Wine Maker Guide to Making Homemade Wine

An assistant biology professor turned home wine maker gives the guidelines on how to make homemade wine.

| September/October 1970

The grape is a fantastic little chemical plant that has fascinated man since its vines first curled a tendril around the pillars of history.

Man as wine maker has minced and munched them, beaten and baked them, stomped and tromped them, peeled and congealed them, dried and fried and fermented them.

The grape is a near-perfect, self-contained fermentation package. Inside the skin is just about the right amount of sugar and acids to satisfy ravenous yeasts and bacteria hanging around on the skin. Crush the grape and these interact, forming alcohol and eventually wine, and possibly vinegar.

David H. Benzing, assistant professor of biology at Oberlin College, is among those fascinated fans of the grape. He has been with the college five years. His specialty is plant physiology and ecology.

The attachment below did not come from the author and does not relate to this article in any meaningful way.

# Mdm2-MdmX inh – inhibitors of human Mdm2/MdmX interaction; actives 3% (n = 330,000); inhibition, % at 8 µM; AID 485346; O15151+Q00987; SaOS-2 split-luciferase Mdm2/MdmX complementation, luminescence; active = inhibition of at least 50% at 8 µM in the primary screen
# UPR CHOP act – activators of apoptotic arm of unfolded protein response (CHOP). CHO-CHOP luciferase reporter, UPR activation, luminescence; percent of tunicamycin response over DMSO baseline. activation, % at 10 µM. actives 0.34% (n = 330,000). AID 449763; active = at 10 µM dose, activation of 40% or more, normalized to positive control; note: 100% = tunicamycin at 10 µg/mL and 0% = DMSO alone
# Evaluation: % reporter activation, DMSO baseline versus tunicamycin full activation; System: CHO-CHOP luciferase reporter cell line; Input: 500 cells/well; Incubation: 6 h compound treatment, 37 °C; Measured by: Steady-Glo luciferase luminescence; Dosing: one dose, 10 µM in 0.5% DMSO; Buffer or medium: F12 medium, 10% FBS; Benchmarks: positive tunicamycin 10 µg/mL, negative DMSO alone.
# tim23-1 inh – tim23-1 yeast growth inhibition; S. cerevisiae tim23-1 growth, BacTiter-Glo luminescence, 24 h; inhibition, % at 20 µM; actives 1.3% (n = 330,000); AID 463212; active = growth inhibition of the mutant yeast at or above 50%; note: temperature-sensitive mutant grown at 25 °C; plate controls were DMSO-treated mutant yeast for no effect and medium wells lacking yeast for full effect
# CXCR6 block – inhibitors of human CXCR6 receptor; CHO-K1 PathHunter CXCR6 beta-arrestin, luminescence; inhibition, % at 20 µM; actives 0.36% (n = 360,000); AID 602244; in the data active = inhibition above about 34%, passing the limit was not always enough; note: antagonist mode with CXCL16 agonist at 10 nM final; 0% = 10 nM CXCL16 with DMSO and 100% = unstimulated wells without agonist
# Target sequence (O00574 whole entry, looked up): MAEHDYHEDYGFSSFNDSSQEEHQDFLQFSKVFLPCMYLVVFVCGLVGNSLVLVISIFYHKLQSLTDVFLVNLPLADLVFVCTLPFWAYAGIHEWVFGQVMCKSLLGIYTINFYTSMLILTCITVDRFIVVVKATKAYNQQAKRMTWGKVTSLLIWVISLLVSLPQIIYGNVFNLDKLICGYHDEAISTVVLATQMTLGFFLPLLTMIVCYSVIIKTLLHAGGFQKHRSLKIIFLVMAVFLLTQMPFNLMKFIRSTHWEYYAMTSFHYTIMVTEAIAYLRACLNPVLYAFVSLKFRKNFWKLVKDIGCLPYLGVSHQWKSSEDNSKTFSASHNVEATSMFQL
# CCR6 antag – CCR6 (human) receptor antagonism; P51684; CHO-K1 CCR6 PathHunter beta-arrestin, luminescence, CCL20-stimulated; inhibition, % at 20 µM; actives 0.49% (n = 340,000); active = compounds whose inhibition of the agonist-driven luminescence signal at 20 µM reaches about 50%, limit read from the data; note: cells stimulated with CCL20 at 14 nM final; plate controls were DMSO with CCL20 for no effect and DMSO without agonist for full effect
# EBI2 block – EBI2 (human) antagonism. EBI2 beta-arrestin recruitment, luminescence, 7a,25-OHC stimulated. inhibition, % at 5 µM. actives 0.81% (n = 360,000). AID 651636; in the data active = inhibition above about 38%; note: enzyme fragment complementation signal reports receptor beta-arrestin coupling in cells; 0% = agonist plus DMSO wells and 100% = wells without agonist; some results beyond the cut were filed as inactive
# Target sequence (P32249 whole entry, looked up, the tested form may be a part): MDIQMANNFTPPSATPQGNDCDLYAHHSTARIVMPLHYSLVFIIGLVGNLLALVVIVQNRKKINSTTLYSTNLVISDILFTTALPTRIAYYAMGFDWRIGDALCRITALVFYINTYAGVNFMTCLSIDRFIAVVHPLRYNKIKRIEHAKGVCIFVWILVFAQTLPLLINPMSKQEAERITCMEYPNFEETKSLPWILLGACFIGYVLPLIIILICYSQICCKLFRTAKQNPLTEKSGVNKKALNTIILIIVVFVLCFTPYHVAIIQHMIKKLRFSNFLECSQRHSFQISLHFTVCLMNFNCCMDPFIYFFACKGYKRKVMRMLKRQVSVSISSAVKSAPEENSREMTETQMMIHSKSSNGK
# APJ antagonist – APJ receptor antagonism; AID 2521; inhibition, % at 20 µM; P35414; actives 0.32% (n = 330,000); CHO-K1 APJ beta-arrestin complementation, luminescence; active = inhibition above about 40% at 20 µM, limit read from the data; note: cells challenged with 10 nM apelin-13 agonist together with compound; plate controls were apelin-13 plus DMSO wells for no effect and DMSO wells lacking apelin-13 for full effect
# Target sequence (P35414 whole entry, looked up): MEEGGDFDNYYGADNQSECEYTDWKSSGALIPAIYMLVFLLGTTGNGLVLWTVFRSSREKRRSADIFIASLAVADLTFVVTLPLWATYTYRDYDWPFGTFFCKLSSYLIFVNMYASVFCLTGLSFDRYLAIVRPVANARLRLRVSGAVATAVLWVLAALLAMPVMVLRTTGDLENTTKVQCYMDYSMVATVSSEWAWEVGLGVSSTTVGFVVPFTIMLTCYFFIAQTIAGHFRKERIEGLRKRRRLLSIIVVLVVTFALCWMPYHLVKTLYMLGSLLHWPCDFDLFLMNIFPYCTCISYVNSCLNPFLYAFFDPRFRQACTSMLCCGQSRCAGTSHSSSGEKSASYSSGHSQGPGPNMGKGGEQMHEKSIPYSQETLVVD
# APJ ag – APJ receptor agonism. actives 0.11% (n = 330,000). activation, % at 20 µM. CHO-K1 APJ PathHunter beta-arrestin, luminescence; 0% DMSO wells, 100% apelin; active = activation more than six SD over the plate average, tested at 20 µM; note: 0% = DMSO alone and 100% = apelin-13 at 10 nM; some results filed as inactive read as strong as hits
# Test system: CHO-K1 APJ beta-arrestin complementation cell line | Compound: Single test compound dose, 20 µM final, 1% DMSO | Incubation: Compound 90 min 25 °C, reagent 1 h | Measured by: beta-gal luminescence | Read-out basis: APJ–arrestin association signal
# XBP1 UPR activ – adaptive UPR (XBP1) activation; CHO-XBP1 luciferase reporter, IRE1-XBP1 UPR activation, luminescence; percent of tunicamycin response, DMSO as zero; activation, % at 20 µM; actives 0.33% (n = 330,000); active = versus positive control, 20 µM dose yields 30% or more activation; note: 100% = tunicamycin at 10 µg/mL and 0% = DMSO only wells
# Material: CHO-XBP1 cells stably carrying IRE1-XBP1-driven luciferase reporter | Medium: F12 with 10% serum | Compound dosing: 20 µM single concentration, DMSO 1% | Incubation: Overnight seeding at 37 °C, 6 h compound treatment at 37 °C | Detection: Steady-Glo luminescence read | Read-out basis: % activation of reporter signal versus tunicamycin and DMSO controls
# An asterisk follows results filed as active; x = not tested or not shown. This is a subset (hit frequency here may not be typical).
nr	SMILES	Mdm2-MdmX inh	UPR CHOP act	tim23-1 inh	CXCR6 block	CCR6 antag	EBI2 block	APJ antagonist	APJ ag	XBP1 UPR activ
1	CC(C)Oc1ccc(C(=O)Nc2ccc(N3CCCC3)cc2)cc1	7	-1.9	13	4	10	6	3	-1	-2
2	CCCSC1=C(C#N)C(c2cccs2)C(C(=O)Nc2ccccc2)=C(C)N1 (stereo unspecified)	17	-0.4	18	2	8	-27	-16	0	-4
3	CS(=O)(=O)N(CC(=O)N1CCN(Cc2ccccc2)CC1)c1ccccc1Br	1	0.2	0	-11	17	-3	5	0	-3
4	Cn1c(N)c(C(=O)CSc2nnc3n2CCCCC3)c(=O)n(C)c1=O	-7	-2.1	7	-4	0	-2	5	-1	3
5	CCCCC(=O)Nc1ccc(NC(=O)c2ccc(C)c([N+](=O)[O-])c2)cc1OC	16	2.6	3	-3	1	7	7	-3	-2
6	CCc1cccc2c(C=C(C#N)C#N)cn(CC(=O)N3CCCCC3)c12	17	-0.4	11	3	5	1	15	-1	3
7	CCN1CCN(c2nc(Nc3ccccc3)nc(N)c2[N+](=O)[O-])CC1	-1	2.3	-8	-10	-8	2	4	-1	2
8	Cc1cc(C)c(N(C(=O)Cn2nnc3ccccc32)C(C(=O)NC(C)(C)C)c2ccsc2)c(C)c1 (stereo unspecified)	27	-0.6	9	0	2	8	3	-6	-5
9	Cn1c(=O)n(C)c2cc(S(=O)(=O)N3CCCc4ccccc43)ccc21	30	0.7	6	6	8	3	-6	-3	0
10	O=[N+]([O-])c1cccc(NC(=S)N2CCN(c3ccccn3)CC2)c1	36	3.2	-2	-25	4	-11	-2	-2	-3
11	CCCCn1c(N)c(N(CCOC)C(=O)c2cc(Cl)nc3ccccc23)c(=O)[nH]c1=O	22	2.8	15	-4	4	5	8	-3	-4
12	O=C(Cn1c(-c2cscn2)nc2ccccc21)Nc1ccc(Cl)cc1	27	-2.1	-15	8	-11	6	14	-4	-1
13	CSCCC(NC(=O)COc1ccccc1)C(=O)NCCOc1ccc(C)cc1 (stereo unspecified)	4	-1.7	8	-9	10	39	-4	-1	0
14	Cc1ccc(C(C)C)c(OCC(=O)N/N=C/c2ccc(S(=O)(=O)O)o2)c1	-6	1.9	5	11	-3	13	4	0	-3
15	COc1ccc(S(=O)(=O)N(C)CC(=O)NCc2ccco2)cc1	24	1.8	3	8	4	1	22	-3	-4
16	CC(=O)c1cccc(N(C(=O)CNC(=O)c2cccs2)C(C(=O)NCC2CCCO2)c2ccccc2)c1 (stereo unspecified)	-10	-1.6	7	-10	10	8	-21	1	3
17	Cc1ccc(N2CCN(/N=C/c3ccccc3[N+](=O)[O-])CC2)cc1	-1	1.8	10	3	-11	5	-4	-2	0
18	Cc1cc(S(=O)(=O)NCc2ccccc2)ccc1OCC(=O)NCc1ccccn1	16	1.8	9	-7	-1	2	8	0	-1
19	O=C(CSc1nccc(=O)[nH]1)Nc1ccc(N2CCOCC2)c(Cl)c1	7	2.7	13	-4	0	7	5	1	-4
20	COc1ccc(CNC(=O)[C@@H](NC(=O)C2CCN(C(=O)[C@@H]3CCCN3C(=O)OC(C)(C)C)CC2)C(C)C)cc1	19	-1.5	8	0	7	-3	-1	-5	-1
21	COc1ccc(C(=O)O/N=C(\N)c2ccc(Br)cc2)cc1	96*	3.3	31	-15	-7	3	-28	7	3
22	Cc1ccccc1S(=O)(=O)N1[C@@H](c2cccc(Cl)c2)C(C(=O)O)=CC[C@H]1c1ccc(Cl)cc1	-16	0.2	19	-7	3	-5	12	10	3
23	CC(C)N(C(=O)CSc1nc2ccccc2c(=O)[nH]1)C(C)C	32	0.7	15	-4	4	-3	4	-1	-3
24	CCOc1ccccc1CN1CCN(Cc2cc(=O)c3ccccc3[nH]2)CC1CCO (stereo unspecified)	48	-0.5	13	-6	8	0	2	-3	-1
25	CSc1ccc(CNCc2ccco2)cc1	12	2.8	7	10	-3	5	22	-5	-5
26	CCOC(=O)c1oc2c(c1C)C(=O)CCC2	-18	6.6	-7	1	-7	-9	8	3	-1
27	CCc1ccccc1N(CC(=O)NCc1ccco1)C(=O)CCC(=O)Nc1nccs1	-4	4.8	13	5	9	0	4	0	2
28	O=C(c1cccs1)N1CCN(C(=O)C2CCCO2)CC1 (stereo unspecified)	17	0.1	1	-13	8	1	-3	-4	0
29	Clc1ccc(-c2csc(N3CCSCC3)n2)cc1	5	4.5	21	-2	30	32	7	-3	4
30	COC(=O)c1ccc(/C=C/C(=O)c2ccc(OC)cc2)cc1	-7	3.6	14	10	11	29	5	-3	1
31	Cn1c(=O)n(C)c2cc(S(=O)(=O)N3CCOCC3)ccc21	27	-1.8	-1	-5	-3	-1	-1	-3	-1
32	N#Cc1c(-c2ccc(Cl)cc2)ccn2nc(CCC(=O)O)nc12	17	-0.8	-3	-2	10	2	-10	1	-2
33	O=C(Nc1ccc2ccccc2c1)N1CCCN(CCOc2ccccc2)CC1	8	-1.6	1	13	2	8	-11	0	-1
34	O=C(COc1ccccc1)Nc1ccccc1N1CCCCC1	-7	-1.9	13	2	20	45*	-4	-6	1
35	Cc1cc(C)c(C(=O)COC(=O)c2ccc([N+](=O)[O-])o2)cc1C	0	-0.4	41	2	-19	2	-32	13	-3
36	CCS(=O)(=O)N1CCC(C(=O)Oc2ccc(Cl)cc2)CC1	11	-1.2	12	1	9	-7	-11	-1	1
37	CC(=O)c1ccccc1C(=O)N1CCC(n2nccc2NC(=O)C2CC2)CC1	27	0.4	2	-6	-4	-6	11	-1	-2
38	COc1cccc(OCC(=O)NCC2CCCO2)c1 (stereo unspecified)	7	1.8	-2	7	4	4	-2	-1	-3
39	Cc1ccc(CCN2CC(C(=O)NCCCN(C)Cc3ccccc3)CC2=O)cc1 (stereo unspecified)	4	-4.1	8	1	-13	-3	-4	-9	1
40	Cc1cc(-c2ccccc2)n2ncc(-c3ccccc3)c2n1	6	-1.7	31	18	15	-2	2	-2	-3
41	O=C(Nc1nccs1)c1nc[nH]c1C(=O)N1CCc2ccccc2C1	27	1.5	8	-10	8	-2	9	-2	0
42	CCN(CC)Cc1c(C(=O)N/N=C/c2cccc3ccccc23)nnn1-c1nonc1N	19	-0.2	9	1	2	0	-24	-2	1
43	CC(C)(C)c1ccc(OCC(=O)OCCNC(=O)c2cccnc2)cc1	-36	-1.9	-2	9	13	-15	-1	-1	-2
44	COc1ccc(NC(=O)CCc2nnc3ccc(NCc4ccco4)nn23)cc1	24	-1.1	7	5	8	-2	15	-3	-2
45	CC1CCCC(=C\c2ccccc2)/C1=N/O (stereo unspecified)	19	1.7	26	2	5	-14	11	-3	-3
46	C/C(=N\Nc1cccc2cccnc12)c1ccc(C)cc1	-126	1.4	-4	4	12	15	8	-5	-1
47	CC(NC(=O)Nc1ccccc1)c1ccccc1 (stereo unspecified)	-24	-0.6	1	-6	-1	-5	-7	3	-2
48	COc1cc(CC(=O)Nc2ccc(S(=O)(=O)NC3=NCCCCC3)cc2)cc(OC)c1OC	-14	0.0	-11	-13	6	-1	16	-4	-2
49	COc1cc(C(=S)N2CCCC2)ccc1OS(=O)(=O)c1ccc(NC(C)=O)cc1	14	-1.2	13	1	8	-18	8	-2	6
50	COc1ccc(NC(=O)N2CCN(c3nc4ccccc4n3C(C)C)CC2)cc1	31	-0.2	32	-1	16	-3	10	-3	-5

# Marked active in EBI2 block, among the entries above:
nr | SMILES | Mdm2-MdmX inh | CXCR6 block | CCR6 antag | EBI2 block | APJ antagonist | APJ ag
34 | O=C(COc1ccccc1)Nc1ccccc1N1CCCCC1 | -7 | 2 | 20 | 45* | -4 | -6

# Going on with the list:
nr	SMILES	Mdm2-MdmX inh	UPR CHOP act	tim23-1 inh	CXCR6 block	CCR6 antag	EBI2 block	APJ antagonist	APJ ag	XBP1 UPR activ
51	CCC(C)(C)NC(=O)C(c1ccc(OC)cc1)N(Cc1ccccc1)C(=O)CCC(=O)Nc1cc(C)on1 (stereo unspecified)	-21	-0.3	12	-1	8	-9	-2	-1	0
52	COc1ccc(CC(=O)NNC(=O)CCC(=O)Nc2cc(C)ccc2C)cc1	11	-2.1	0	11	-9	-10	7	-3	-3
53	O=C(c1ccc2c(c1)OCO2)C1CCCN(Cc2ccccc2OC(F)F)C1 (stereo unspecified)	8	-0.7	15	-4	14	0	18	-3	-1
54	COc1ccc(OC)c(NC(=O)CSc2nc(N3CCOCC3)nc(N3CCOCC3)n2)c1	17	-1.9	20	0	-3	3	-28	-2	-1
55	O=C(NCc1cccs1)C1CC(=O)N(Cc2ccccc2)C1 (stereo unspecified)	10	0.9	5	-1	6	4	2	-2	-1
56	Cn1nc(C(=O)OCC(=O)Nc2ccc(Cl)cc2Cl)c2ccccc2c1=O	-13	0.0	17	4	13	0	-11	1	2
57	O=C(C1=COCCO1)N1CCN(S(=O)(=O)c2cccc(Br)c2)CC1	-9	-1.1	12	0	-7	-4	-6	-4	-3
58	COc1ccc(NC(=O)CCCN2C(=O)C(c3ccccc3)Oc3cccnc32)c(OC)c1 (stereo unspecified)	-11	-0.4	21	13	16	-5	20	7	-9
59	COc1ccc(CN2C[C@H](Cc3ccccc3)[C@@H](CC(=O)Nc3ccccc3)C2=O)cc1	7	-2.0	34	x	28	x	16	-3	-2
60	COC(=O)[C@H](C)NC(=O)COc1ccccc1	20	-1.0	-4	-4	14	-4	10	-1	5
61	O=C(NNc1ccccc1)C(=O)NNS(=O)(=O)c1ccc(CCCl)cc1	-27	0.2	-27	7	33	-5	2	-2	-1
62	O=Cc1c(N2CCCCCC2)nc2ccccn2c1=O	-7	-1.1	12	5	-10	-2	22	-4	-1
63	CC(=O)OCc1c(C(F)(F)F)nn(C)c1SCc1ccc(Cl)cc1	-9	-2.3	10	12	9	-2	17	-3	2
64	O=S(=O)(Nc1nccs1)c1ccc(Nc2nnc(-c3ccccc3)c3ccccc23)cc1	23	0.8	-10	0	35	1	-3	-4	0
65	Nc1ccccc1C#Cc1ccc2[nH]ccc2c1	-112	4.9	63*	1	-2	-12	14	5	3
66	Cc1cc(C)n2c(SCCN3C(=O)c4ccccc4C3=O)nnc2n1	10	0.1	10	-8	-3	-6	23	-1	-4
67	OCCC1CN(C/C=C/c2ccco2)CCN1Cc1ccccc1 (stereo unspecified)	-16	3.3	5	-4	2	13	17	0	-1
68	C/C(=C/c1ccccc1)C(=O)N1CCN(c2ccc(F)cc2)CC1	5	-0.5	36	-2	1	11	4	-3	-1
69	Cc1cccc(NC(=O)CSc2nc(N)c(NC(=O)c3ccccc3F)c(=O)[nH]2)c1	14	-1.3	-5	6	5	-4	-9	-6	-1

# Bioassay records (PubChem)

What's all this got to do with wine making? Not a thing except that Benzing happens to like good wine and he's convinced that some of the best wines can be homemade.

As an eighth grader he turned grape snatcher, raiding the vines of neighbors in Mansfield to make his first batch of wine. Was it a success? Well, not so much a success as a blast. The whole mess blew up.

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